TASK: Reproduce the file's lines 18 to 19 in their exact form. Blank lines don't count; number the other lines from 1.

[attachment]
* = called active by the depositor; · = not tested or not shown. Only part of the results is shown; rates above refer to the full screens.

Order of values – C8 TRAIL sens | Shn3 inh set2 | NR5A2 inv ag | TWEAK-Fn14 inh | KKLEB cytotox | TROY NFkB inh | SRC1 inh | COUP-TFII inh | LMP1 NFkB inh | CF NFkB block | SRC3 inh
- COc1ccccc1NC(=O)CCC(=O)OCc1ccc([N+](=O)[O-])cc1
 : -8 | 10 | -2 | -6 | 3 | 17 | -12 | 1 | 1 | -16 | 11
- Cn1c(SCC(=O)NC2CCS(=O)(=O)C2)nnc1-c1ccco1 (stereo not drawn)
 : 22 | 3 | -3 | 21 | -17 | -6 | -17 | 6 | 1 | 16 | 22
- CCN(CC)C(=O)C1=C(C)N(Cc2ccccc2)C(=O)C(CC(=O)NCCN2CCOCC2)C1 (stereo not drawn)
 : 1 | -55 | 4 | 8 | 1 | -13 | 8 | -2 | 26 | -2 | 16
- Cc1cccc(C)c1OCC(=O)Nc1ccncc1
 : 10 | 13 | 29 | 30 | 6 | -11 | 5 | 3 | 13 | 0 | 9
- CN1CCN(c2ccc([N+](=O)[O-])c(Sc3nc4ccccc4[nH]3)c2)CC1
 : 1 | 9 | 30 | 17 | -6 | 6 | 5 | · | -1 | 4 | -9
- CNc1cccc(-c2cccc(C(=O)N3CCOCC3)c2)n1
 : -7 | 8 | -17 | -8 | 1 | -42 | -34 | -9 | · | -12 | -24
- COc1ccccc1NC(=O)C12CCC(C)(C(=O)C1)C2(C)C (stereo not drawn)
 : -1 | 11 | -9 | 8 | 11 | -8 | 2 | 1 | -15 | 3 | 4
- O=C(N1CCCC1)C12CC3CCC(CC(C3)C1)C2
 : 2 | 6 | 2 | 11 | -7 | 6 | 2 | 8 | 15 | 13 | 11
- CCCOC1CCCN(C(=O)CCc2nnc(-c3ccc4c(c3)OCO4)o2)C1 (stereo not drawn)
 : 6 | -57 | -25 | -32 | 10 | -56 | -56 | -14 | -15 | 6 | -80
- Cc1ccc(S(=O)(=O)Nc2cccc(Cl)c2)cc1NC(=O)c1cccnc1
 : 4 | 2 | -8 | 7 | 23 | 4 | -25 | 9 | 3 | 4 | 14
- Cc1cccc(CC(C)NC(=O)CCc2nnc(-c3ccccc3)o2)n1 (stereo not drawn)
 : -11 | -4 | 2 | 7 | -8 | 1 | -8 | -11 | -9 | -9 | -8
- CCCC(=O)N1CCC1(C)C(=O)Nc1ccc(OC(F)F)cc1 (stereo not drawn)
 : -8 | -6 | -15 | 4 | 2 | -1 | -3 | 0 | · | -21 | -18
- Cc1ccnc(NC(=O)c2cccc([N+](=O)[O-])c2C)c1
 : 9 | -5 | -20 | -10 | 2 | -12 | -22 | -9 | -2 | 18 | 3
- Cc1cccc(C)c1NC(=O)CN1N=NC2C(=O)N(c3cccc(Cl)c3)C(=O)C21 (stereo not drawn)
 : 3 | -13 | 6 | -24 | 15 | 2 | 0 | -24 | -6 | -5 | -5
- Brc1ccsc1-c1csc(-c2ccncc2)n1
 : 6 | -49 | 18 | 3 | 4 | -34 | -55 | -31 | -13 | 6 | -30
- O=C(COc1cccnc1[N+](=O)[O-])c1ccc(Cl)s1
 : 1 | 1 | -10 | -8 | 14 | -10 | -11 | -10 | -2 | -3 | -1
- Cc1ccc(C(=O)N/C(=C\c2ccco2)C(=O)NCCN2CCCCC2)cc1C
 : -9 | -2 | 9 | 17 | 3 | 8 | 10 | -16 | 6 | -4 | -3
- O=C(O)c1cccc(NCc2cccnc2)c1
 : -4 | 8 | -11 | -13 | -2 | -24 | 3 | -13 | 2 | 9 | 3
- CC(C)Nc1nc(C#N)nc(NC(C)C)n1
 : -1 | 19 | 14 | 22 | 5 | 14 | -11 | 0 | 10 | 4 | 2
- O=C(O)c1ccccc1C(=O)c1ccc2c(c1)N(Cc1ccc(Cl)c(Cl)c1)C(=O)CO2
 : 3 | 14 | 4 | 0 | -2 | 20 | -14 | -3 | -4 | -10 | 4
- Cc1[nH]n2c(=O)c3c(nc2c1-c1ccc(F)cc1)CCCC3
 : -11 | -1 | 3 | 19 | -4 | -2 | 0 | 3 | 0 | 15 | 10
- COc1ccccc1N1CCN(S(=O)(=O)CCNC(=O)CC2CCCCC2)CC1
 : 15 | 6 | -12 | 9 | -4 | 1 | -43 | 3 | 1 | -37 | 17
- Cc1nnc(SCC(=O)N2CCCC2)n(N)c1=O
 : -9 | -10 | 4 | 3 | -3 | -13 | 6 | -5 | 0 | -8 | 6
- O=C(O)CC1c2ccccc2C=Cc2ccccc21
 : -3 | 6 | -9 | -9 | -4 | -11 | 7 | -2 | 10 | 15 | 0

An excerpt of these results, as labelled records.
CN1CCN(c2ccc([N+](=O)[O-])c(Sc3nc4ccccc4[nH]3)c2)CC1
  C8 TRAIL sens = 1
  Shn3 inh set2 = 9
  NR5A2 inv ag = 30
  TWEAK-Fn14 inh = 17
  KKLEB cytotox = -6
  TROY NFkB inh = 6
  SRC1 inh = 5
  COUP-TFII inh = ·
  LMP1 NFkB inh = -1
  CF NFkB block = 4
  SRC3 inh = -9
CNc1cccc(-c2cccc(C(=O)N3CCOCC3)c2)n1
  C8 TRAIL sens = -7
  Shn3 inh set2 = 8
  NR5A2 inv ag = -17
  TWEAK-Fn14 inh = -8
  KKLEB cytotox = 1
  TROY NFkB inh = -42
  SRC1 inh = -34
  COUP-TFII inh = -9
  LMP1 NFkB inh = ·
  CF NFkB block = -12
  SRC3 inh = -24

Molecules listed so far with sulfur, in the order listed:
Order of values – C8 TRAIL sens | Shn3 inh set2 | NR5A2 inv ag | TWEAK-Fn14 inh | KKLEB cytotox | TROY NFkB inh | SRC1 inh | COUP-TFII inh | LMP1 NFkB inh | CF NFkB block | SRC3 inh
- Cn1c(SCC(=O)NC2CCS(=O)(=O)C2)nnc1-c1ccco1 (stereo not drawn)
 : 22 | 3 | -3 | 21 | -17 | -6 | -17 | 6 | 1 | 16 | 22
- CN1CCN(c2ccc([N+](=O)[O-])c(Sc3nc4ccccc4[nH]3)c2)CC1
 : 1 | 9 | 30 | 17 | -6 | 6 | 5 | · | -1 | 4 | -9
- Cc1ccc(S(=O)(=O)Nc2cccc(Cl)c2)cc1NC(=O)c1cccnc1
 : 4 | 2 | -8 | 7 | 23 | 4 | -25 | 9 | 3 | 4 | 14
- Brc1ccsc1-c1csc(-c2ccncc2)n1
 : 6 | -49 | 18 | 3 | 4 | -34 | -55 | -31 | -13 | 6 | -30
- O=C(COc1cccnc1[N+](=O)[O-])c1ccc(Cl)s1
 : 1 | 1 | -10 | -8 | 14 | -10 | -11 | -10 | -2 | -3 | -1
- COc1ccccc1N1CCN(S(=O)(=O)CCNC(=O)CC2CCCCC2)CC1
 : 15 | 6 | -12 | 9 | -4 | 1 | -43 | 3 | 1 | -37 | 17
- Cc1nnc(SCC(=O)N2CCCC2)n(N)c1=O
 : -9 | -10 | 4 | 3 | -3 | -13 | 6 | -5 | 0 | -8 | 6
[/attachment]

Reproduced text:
 : 2 | 6 | 2 | 11 | -7 | 6 | 2 | 8 | 15 | 13 | 11
- CCCOC1CCCN(C(=O)CCc2nnc(-c3ccc4c(c3)OCO4)o2)C1 (stereo not drawn)